Video Transcript: "In this section of freestyle swim--this is the sixth step. I just finished explaining to you about the hands, having them closed, and the reason you have them closed--now I'm going to be showing you the form you'll be using. So, what you'll be doing is, you want to come out of the water, and when you place your hands into the water, you don't just slap the water. You don't ever just slap the water. You want to make sure that they come in at an angle. So, good example, this is the water, you want to come in at an angle, and then reach as far as you can--as far as your arm can go fully extended--and then you'll form an S and pull back, when you're doing freestyle swim. So, let me show you the other side. Hand closed. Always remember, hand closed. This is what's going to be pulling you towards the water. If you wonder why someone's faster than you, this is definitely one of the main reasons why. So, you bring your arm out, your elbows up. When you reach for the water don't slap. Just make sure you come in at a slightly angle, about a slight forty-five degree angle, and once you enter the water, then you're just going to completely stretch. Fully extend that arm. But, remember on your shoulders, not to be moving them side to side, so they're just straight. Always keep your shoulders straight. So you'll stretch full, stretch the other one full, and you'll pull back with each arm. So, that's the sixth step of freestyle swimming. All right, for the freestyle there's some continuation with step six. So, your hands are closed, and now--here's the water--instead of slapping the water, which is what a lot of people do, you'll see people swimming, and they'll slap the water. No, you don't want to do that. You actually want to come in at a slight angle, and you can see how my hand reaches all the way, and then pull. Slight angle--so like this. Now let me show you real quick. Watch how my hands go at a slight angle."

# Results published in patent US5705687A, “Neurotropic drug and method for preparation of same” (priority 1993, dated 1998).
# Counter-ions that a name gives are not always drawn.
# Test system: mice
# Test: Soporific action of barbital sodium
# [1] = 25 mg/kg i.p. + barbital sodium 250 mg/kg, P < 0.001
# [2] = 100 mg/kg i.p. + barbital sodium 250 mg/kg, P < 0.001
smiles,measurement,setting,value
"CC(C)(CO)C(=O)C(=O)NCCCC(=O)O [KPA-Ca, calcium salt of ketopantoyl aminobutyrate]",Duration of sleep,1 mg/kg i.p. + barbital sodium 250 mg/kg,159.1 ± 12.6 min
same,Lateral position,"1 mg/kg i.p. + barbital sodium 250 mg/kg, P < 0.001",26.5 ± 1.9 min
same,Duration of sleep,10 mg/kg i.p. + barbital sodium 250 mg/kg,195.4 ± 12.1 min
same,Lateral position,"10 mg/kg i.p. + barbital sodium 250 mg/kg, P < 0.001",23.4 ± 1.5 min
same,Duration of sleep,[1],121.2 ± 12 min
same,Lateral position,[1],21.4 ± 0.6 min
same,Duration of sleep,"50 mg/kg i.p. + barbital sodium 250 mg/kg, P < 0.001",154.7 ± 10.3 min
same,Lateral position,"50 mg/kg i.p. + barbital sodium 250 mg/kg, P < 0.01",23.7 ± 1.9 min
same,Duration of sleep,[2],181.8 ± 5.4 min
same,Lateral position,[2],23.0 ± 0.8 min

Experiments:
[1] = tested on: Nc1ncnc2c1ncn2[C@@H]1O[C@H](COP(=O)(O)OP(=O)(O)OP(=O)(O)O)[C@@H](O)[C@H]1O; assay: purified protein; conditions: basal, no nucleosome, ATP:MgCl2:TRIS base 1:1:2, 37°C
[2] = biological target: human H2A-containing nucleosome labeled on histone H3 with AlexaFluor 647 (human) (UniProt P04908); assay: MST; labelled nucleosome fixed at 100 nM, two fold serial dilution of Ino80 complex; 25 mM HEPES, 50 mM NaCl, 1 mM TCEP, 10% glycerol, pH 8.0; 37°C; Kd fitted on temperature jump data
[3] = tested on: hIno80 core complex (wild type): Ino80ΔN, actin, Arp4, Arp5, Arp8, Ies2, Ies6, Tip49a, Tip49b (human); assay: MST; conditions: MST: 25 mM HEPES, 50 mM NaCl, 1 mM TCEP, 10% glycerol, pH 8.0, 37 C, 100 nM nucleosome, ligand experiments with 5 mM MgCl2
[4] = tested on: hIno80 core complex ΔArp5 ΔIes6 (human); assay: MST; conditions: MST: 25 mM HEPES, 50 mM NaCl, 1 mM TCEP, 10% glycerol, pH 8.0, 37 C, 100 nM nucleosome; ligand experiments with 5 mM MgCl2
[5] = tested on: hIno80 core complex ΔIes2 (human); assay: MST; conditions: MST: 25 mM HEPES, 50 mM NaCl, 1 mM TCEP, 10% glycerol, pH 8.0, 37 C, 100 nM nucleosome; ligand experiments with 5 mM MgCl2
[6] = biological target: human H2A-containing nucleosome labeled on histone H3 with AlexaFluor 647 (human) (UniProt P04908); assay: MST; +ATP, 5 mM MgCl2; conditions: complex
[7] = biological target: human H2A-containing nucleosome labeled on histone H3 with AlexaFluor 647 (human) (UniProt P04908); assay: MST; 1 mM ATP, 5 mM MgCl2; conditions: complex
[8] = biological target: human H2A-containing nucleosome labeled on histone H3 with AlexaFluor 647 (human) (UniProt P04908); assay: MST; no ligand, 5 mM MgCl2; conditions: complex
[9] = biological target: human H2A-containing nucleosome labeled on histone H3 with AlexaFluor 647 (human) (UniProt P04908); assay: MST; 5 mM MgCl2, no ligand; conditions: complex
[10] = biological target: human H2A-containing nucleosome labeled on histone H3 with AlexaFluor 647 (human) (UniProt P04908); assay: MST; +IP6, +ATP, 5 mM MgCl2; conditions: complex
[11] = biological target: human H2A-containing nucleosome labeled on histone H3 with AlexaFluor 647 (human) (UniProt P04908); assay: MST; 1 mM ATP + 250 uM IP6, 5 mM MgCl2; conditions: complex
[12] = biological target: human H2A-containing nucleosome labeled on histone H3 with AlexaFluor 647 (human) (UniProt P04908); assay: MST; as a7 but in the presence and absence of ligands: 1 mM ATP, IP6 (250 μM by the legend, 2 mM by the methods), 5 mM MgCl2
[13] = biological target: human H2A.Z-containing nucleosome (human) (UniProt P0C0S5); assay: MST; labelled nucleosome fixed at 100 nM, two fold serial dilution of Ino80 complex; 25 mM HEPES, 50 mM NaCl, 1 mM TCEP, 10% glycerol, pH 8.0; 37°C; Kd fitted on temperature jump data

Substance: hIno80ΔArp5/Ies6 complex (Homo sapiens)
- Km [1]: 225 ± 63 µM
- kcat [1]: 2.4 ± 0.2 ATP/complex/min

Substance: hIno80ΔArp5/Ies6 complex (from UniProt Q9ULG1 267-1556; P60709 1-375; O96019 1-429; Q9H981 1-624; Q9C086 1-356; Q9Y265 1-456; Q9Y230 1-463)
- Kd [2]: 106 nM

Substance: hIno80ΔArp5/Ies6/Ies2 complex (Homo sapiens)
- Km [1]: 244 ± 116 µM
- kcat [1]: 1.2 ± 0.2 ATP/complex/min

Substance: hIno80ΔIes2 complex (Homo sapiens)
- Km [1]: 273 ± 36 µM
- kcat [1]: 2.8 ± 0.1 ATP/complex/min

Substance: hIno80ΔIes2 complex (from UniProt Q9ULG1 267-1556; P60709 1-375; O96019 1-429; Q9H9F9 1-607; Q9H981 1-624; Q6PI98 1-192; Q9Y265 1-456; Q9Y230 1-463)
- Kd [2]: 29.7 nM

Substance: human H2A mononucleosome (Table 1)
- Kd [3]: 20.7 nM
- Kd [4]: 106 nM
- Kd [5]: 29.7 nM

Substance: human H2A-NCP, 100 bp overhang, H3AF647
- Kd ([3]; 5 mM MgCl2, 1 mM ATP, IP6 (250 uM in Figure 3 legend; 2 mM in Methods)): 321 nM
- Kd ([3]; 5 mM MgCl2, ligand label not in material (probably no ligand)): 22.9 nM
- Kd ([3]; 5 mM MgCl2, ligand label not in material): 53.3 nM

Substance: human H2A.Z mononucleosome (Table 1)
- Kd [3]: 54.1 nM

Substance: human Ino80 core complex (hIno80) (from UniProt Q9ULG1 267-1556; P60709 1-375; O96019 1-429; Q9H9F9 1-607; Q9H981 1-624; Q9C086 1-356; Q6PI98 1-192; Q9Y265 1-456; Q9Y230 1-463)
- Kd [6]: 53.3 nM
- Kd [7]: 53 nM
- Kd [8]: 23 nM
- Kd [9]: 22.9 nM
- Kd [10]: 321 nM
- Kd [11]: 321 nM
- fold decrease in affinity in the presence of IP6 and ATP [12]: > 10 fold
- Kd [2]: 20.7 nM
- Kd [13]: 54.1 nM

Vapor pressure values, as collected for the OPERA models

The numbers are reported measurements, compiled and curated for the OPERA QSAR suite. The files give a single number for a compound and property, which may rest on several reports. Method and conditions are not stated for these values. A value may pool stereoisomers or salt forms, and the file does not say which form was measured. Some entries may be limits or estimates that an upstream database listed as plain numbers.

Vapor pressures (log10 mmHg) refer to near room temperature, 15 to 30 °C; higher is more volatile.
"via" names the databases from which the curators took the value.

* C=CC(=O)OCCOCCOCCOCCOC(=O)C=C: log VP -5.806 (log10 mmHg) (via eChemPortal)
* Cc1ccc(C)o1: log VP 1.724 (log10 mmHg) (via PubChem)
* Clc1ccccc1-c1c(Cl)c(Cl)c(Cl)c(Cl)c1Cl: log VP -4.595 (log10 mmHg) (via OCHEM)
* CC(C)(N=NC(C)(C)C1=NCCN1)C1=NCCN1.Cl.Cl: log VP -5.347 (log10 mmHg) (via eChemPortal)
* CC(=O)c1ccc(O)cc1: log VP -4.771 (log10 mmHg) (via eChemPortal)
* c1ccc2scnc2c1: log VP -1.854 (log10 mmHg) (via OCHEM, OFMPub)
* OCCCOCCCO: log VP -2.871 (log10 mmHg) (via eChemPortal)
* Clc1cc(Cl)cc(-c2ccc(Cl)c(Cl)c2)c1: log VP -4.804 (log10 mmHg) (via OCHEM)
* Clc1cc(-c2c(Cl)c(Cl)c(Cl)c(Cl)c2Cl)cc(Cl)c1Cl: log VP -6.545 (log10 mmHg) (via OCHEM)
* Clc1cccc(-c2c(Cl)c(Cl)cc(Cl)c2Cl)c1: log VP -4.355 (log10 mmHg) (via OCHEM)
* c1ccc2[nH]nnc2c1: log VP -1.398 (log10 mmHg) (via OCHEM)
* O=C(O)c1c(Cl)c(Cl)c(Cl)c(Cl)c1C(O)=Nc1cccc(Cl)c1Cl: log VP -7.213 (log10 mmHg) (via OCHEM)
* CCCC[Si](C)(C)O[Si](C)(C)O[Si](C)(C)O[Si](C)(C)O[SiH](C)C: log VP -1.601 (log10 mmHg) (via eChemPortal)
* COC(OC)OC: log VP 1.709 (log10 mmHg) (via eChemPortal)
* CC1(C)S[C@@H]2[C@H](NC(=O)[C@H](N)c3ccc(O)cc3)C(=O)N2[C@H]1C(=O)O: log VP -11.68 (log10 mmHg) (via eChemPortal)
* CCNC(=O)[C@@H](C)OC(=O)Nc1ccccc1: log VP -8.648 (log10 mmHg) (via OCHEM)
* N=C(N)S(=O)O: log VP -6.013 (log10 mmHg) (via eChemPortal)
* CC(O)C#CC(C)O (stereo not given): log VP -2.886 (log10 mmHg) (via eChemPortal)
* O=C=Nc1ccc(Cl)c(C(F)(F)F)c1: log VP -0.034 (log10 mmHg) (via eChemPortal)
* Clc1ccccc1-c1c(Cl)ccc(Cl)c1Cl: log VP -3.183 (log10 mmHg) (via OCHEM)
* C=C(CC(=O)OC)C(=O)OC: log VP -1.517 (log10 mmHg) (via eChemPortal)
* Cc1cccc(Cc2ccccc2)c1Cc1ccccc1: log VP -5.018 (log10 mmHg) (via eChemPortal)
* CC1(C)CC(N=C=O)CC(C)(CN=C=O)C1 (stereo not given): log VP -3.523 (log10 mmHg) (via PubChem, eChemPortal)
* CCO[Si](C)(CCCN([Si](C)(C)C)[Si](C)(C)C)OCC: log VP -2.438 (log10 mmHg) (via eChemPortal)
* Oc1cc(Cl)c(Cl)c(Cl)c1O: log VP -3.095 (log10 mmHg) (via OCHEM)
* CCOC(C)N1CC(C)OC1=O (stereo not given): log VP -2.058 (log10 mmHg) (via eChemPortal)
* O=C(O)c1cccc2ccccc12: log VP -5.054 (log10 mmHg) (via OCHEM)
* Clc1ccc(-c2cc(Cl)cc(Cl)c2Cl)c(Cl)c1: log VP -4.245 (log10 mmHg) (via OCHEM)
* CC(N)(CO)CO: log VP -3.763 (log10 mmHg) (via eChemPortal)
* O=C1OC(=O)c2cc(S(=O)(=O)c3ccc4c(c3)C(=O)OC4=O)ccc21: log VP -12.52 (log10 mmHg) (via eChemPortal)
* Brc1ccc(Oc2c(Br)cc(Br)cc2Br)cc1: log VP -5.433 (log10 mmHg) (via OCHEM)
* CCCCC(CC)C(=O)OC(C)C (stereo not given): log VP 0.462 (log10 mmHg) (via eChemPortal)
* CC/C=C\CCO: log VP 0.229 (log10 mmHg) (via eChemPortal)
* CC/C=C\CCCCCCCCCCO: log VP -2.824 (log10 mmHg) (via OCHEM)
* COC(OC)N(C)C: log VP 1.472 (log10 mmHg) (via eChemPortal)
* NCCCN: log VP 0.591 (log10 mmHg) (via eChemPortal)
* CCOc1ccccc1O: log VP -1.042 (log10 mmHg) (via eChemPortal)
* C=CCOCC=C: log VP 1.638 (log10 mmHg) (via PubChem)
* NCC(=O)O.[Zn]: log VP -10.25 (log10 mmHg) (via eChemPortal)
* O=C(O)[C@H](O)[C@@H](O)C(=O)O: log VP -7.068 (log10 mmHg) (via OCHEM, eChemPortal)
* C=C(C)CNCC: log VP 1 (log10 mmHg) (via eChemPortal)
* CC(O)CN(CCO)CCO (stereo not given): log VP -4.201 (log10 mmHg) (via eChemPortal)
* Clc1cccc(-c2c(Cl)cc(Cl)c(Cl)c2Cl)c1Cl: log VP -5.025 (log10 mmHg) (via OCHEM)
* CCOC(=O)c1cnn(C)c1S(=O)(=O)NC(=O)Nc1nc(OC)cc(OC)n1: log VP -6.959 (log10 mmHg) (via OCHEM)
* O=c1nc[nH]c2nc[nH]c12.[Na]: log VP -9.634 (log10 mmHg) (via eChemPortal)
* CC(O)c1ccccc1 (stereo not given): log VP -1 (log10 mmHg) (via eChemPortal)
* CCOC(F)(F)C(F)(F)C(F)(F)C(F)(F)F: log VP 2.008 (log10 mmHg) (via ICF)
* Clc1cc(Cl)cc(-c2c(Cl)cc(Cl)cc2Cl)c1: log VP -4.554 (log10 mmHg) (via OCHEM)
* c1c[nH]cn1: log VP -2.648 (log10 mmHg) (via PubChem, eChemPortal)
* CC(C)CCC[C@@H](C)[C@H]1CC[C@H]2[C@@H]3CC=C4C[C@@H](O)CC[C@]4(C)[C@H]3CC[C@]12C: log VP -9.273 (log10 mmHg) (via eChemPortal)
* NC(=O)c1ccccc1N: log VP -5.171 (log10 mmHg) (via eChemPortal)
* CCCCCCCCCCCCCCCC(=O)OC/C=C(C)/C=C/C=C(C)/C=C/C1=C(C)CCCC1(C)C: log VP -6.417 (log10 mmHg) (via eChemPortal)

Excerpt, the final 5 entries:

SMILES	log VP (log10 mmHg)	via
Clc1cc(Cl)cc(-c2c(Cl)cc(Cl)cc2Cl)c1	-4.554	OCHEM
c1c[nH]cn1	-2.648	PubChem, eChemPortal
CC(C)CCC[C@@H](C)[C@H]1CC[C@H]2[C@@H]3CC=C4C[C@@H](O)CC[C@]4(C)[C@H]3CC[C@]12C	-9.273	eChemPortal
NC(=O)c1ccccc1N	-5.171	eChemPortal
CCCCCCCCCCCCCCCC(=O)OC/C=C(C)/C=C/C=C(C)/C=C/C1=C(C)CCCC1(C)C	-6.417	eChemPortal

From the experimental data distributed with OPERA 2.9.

Lecture 7
How to Pull the Body in Freestyle Swimming
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How to Pull the Body in Freestyle Swimming

In this video lesson, Swimming Instructor, Peter Elizondo, teaches how to use the arms to pull the body underwater in swimming.